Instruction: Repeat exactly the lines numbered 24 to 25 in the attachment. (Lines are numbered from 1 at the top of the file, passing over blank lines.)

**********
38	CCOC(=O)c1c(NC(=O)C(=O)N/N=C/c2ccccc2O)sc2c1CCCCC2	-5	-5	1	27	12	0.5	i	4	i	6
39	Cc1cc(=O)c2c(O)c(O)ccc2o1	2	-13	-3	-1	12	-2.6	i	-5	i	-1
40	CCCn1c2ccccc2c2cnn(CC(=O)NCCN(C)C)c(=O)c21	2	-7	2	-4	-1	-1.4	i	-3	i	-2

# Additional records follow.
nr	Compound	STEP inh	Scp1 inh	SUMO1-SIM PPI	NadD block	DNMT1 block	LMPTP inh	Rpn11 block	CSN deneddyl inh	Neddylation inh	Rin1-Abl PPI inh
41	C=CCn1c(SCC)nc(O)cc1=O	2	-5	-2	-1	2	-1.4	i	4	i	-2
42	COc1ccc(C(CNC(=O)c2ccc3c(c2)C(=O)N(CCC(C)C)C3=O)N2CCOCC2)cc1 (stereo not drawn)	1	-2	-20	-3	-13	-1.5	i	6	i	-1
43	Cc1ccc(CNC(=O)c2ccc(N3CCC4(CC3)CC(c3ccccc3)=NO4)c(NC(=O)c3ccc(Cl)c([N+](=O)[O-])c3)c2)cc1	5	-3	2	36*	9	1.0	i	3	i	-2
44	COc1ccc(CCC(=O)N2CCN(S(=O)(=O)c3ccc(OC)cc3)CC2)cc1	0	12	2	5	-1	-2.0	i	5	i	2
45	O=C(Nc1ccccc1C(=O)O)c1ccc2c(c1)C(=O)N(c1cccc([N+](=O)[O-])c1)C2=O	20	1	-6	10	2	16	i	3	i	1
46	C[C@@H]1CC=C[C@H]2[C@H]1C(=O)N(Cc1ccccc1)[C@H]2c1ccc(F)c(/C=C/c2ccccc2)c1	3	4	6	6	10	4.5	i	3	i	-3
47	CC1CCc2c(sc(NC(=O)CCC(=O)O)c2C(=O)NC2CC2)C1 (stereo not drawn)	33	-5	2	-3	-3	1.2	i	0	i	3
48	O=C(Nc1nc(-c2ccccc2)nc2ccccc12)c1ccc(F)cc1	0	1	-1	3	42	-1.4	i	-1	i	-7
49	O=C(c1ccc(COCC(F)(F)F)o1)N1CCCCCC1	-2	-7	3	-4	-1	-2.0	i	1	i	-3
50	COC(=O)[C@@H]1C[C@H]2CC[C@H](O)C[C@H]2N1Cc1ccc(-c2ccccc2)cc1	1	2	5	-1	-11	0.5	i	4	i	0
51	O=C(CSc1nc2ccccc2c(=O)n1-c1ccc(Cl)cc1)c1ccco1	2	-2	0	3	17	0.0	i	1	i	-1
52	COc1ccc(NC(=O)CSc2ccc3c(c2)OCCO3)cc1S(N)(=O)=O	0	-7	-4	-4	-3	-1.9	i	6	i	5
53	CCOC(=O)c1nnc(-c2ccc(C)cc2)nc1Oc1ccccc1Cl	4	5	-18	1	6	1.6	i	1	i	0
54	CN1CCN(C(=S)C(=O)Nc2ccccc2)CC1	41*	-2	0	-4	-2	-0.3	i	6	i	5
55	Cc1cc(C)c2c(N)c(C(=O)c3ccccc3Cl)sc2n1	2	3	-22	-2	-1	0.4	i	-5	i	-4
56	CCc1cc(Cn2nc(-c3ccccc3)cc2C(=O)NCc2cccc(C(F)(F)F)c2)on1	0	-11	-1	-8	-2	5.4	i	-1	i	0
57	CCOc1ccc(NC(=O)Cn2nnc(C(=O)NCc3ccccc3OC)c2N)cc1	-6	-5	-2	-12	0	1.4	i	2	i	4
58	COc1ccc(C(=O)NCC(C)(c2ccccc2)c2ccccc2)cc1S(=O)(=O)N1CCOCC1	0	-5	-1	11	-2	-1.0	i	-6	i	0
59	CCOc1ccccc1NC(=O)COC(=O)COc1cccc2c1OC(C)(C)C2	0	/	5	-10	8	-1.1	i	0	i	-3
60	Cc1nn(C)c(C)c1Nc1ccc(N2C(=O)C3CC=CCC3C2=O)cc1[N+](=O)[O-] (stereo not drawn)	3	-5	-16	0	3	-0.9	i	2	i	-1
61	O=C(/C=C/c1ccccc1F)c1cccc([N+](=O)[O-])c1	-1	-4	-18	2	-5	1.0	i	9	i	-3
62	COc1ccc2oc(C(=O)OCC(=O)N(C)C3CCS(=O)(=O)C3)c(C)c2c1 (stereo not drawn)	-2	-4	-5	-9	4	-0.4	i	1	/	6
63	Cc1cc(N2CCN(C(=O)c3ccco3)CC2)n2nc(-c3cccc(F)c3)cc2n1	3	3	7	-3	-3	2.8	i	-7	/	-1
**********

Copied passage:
59	CCOc1ccccc1NC(=O)COC(=O)COc1cccc2c1OC(C)(C)C2	0	/	5	-10	8	-1.1	i	0	i	-3
60	Cc1nn(C)c(C)c1Nc1ccc(N2C(=O)C3CC=CCC3C2=O)cc1[N+](=O)[O-] (stereo not drawn)	3	-5	-16	0	3	-0.9	i	2	i	-1